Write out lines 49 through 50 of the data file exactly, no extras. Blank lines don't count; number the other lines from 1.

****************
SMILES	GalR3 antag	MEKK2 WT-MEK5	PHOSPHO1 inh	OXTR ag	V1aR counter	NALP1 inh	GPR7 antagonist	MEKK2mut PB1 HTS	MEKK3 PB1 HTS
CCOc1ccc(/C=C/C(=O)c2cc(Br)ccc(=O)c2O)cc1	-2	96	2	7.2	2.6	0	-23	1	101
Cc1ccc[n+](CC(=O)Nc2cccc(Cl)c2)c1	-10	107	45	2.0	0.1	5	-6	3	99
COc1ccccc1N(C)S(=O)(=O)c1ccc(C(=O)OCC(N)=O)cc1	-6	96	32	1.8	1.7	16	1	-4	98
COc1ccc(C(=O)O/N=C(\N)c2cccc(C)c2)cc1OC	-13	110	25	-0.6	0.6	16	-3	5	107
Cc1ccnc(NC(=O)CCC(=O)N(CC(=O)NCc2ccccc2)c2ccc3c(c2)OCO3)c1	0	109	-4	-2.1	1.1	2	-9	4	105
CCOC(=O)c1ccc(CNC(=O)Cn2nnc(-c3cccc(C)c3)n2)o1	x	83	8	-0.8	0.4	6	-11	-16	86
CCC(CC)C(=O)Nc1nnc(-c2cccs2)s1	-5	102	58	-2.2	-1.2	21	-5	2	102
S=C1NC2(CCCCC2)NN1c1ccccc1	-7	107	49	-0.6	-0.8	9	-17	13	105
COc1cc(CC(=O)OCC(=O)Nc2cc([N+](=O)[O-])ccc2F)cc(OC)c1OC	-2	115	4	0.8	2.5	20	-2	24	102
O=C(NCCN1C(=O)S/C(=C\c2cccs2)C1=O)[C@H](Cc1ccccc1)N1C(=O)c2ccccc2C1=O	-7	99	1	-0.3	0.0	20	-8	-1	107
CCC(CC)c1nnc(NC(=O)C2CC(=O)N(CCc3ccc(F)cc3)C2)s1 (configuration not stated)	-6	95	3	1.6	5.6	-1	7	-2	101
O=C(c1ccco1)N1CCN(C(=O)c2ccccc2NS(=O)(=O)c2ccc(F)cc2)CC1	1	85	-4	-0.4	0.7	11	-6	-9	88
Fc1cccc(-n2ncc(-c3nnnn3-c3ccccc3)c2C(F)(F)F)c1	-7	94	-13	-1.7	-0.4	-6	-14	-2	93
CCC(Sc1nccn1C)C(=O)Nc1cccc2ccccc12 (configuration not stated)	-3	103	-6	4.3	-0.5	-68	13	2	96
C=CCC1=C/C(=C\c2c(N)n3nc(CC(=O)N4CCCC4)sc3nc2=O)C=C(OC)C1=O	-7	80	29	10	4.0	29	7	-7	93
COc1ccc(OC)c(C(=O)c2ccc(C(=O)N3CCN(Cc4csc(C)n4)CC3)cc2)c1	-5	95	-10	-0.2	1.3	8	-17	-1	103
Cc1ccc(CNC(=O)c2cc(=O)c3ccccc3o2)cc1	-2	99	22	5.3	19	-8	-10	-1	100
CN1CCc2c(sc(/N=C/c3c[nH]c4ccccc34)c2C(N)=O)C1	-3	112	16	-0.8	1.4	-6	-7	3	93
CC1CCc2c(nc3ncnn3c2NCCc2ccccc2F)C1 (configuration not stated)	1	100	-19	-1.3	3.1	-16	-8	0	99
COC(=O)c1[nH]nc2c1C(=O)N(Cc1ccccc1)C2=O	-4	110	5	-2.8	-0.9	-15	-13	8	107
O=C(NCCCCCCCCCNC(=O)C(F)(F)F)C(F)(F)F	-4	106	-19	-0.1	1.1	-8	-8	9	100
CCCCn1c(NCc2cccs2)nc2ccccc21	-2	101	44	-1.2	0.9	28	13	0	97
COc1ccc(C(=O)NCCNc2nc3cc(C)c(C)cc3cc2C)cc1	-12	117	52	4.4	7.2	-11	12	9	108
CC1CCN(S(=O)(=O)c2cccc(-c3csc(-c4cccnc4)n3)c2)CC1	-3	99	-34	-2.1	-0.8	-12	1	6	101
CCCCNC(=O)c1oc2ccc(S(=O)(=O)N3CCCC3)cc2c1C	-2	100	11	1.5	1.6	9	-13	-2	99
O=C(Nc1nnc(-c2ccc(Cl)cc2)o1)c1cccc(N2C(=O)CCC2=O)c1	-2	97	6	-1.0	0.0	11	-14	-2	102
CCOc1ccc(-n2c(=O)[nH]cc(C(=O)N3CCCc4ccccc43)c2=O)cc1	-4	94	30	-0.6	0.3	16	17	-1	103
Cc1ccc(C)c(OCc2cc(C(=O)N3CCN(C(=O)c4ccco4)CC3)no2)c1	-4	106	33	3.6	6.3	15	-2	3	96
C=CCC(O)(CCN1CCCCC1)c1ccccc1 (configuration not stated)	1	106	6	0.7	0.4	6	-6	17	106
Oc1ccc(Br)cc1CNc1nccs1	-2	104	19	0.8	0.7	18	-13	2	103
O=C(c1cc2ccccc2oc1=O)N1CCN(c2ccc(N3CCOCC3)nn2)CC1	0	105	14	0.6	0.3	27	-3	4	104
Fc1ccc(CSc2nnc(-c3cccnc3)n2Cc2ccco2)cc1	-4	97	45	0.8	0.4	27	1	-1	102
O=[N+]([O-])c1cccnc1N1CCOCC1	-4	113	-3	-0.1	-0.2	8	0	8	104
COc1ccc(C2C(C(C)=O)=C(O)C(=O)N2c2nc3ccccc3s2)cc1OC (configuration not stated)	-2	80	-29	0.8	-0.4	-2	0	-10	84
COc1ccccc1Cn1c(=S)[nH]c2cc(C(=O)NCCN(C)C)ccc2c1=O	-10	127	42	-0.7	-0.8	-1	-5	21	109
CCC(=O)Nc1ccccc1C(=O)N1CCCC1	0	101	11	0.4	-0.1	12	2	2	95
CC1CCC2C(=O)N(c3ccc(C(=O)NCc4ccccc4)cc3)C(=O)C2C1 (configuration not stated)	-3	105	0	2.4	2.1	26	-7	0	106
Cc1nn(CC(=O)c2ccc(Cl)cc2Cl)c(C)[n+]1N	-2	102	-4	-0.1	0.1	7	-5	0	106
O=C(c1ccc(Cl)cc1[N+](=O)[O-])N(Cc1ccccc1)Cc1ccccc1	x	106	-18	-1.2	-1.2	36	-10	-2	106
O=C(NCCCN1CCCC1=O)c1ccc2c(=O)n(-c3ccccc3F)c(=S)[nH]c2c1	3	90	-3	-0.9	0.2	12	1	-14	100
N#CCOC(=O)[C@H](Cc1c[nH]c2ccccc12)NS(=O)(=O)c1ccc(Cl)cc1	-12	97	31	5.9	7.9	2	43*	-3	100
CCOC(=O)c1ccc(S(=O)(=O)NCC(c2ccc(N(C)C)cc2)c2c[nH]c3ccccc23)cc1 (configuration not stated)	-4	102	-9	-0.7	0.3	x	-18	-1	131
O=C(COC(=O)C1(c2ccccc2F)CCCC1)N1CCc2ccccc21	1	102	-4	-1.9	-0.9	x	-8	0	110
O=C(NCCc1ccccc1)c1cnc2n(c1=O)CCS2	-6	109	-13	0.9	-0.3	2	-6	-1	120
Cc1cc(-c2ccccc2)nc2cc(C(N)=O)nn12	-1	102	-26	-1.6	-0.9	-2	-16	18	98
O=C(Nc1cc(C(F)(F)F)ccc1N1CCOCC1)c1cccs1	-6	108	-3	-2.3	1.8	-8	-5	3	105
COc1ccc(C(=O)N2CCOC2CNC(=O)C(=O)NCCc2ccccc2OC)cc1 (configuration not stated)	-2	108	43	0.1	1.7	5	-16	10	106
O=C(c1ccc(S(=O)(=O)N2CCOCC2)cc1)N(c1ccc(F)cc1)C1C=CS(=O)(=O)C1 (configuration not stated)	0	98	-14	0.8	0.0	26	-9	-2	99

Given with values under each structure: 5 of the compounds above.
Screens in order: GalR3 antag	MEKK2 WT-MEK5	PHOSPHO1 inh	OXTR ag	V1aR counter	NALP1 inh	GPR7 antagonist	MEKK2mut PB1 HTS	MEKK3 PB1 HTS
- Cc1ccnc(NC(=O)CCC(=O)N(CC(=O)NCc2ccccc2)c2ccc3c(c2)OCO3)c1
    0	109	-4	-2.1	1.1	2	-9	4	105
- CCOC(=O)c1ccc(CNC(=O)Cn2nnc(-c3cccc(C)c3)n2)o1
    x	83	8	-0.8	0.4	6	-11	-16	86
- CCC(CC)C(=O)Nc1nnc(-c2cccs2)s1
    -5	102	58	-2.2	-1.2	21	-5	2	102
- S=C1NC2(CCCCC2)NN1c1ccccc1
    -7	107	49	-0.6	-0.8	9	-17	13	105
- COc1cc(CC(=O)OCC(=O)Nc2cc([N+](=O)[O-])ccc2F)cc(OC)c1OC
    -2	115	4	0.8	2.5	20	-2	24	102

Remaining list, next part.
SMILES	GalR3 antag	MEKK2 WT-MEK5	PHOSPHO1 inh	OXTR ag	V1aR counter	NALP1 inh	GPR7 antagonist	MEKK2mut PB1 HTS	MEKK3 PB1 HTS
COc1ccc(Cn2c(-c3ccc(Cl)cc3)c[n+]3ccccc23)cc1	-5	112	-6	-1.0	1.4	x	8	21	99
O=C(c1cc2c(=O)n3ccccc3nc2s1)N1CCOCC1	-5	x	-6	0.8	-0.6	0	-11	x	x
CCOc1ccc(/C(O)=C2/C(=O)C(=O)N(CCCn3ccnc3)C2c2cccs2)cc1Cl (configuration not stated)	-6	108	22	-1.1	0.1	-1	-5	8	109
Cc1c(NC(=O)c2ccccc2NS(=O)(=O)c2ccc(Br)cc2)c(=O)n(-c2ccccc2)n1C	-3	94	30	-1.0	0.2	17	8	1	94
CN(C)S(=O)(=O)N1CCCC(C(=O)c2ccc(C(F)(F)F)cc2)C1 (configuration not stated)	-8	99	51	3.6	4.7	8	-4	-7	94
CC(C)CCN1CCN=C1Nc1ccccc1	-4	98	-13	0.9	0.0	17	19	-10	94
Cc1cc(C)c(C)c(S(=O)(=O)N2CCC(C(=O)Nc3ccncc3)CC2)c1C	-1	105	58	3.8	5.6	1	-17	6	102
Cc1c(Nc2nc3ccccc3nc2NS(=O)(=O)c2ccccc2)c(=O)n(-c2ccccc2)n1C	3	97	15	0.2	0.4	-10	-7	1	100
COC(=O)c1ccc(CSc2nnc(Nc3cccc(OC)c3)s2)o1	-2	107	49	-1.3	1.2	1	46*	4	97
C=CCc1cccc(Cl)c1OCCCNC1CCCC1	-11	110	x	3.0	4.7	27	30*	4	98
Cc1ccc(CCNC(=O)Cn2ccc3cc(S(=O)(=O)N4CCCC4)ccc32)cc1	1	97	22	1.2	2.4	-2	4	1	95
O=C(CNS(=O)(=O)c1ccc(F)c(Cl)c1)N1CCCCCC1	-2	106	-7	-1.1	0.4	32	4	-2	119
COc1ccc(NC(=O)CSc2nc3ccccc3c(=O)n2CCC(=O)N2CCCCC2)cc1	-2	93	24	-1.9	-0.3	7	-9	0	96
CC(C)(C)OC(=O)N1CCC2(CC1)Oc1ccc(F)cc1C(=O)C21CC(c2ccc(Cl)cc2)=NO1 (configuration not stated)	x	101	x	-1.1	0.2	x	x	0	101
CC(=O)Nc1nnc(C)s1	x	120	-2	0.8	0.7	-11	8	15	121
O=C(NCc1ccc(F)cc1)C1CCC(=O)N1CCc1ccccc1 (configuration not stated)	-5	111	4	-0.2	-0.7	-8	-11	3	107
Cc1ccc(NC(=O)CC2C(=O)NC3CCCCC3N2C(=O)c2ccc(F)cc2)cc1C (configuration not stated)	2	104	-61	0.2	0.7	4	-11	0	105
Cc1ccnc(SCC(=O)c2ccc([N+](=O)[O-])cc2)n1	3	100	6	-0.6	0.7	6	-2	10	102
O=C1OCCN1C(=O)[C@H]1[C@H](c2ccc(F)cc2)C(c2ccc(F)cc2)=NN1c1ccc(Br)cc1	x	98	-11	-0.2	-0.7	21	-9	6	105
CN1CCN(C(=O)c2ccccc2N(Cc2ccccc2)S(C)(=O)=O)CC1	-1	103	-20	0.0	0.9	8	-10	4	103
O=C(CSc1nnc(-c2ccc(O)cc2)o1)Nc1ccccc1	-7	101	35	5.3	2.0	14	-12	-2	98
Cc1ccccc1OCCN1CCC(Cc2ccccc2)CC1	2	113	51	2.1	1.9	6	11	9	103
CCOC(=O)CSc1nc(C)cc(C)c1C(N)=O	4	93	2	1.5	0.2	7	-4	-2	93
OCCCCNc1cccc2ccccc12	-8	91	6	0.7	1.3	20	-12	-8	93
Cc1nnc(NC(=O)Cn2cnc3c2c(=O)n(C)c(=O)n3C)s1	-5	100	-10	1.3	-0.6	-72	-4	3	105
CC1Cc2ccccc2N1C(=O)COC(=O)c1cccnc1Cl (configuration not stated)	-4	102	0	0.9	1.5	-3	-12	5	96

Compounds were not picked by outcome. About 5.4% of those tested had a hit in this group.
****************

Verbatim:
O=C(c1ccc(S(=O)(=O)N2CCOCC2)cc1)N(c1ccc(F)cc1)C1C=CS(=O)(=O)C1 (configuration not stated)	0	98	-14	0.8	0.0	26	-9	-2	99

Given with values under each structure: 5 of the compounds above.